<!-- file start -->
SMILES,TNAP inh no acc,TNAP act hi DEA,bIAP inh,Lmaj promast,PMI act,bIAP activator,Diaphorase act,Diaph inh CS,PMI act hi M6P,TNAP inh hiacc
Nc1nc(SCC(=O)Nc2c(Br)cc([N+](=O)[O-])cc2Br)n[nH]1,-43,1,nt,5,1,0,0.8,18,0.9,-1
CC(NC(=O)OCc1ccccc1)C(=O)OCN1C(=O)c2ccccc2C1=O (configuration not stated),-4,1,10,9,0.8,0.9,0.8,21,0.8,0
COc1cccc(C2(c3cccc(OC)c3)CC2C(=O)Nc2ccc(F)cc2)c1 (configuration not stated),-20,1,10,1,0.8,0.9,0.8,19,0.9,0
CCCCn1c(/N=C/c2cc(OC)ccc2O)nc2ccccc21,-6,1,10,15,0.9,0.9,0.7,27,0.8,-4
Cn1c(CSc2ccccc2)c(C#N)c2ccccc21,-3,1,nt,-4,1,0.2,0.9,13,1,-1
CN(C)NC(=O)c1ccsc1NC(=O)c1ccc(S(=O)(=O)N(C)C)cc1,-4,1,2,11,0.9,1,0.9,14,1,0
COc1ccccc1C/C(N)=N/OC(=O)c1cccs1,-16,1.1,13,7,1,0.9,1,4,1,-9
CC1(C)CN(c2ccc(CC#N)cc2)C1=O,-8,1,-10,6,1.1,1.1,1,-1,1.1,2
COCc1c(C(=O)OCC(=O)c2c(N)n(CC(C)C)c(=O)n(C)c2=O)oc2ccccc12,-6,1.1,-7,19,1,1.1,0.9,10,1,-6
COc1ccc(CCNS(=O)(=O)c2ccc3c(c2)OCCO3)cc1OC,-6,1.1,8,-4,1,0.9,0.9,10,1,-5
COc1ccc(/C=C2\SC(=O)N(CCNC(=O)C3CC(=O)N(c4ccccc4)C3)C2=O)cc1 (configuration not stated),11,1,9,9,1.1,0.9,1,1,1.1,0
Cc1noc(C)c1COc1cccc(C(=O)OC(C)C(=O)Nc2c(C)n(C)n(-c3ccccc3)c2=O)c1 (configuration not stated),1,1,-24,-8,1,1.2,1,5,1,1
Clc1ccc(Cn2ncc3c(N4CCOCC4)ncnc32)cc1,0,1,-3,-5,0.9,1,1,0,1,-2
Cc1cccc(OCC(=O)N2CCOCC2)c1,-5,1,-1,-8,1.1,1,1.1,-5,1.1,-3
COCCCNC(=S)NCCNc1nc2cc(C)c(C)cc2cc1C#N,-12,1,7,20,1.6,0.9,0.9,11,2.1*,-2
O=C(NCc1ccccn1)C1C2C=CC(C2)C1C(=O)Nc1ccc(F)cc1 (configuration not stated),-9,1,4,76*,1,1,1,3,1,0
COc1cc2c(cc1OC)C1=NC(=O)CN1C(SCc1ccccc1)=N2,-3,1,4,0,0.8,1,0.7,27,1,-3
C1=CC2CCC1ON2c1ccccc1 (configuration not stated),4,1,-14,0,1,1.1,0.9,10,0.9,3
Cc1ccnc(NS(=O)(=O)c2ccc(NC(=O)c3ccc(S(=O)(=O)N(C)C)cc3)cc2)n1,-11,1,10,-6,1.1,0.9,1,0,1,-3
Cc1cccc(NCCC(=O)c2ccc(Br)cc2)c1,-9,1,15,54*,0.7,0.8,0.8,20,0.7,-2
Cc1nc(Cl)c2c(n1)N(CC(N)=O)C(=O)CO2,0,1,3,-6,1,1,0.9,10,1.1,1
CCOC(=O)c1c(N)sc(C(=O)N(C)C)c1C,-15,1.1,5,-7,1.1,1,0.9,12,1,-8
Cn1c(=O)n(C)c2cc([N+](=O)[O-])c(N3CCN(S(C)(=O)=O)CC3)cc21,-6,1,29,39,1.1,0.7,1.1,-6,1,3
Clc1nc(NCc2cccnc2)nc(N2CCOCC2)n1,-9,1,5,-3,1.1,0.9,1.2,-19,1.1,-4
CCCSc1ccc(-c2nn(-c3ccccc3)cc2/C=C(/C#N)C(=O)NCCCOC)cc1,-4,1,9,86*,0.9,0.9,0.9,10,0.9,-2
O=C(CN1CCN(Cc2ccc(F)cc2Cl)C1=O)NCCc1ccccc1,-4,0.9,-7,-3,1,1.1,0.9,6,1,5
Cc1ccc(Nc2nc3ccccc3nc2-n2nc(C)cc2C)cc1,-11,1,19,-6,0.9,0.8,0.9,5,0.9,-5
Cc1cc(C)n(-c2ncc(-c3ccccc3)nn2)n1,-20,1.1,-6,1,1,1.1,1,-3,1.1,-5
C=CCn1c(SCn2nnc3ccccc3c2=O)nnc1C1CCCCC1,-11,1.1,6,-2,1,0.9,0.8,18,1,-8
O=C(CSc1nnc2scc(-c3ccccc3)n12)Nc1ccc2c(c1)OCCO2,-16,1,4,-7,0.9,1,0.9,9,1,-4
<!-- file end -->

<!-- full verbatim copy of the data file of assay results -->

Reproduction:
SMILES,TNAP inh no acc,TNAP act hi DEA,bIAP inh,Lmaj promast,PMI act,bIAP activator,Diaphorase act,Diaph inh CS,PMI act hi M6P,TNAP inh hiacc
Nc1nc(SCC(=O)Nc2c(Br)cc([N+](=O)[O-])cc2Br)n[nH]1,-43,1,nt,5,1,0,0.8,18,0.9,-1
CC(NC(=O)OCc1ccccc1)C(=O)OCN1C(=O)c2ccccc2C1=O (configuration not stated),-4,1,10,9,0.8,0.9,0.8,21,0.8,0
COc1cccc(C2(c3cccc(OC)c3)CC2C(=O)Nc2ccc(F)cc2)c1 (configuration not stated),-20,1,10,1,0.8,0.9,0.8,19,0.9,0
CCCCn1c(/N=C/c2cc(OC)ccc2O)nc2ccccc21,-6,1,10,15,0.9,0.9,0.7,27,0.8,-4
Cn1c(CSc2ccccc2)c(C#N)c2ccccc21,-3,1,nt,-4,1,0.2,0.9,13,1,-1
CN(C)NC(=O)c1ccsc1NC(=O)c1ccc(S(=O)(=O)N(C)C)cc1,-4,1,2,11,0.9,1,0.9,14,1,0
COc1ccccc1C/C(N)=N/OC(=O)c1cccs1,-16,1.1,13,7,1,0.9,1,4,1,-9
CC1(C)CN(c2ccc(CC#N)cc2)C1=O,-8,1,-10,6,1.1,1.1,1,-1,1.1,2
COCc1c(C(=O)OCC(=O)c2c(N)n(CC(C)C)c(=O)n(C)c2=O)oc2ccccc12,-6,1.1,-7,19,1,1.1,0.9,10,1,-6
COc1ccc(CCNS(=O)(=O)c2ccc3c(c2)OCCO3)cc1OC,-6,1.1,8,-4,1,0.9,0.9,10,1,-5
COc1ccc(/C=C2\SC(=O)N(CCNC(=O)C3CC(=O)N(c4ccccc4)C3)C2=O)cc1 (configuration not stated),11,1,9,9,1.1,0.9,1,1,1.1,0
Cc1noc(C)c1COc1cccc(C(=O)OC(C)C(=O)Nc2c(C)n(C)n(-c3ccccc3)c2=O)c1 (configuration not stated),1,1,-24,-8,1,1.2,1,5,1,1
Clc1ccc(Cn2ncc3c(N4CCOCC4)ncnc32)cc1,0,1,-3,-5,0.9,1,1,0,1,-2
Cc1cccc(OCC(=O)N2CCOCC2)c1,-5,1,-1,-8,1.1,1,1.1,-5,1.1,-3
COCCCNC(=S)NCCNc1nc2cc(C)c(C)cc2cc1C#N,-12,1,7,20,1.6,0.9,0.9,11,2.1*,-2
O=C(NCc1ccccn1)C1C2C=CC(C2)C1C(=O)Nc1ccc(F)cc1 (configuration not stated),-9,1,4,76*,1,1,1,3,1,0
COc1cc2c(cc1OC)C1=NC(=O)CN1C(SCc1ccccc1)=N2,-3,1,4,0,0.8,1,0.7,27,1,-3
C1=CC2CCC1ON2c1ccccc1 (configuration not stated),4,1,-14,0,1,1.1,0.9,10,0.9,3
Cc1ccnc(NS(=O)(=O)c2ccc(NC(=O)c3ccc(S(=O)(=O)N(C)C)cc3)cc2)n1,-11,1,10,-6,1.1,0.9,1,0,1,-3
Cc1cccc(NCCC(=O)c2ccc(Br)cc2)c1,-9,1,15,54*,0.7,0.8,0.8,20,0.7,-2
Cc1nc(Cl)c2c(n1)N(CC(N)=O)C(=O)CO2,0,1,3,-6,1,1,0.9,10,1.1,1
CCOC(=O)c1c(N)sc(C(=O)N(C)C)c1C,-15,1.1,5,-7,1.1,1,0.9,12,1,-8
Cn1c(=O)n(C)c2cc([N+](=O)[O-])c(N3CCN(S(C)(=O)=O)CC3)cc21,-6,1,29,39,1.1,0.7,1.1,-6,1,3
Clc1nc(NCc2cccnc2)nc(N2CCOCC2)n1,-9,1,5,-3,1.1,0.9,1.2,-19,1.1,-4
CCCSc1ccc(-c2nn(-c3ccccc3)cc2/C=C(/C#N)C(=O)NCCCOC)cc1,-4,1,9,86*,0.9,0.9,0.9,10,0.9,-2
O=C(CN1CCN(Cc2ccc(F)cc2Cl)C1=O)NCCc1ccccc1,-4,0.9,-7,-3,1,1.1,0.9,6,1,5
Cc1ccc(Nc2nc3ccccc3nc2-n2nc(C)cc2C)cc1,-11,1,19,-6,0.9,0.8,0.9,5,0.9,-5
Cc1cc(C)n(-c2ncc(-c3ccccc3)nn2)n1,-20,1.1,-6,1,1,1.1,1,-3,1.1,-5
C=CCn1c(SCn2nnc3ccccc3c2=O)nnc1C1CCCCC1,-11,1.1,6,-2,1,0.9,0.8,18,1,-8
O=C(CSc1nnc2scc(-c3ccccc3)n12)Nc1ccc2c(c1)OCCO2,-16,1,4,-7,0.9,1,0.9,9,1,-4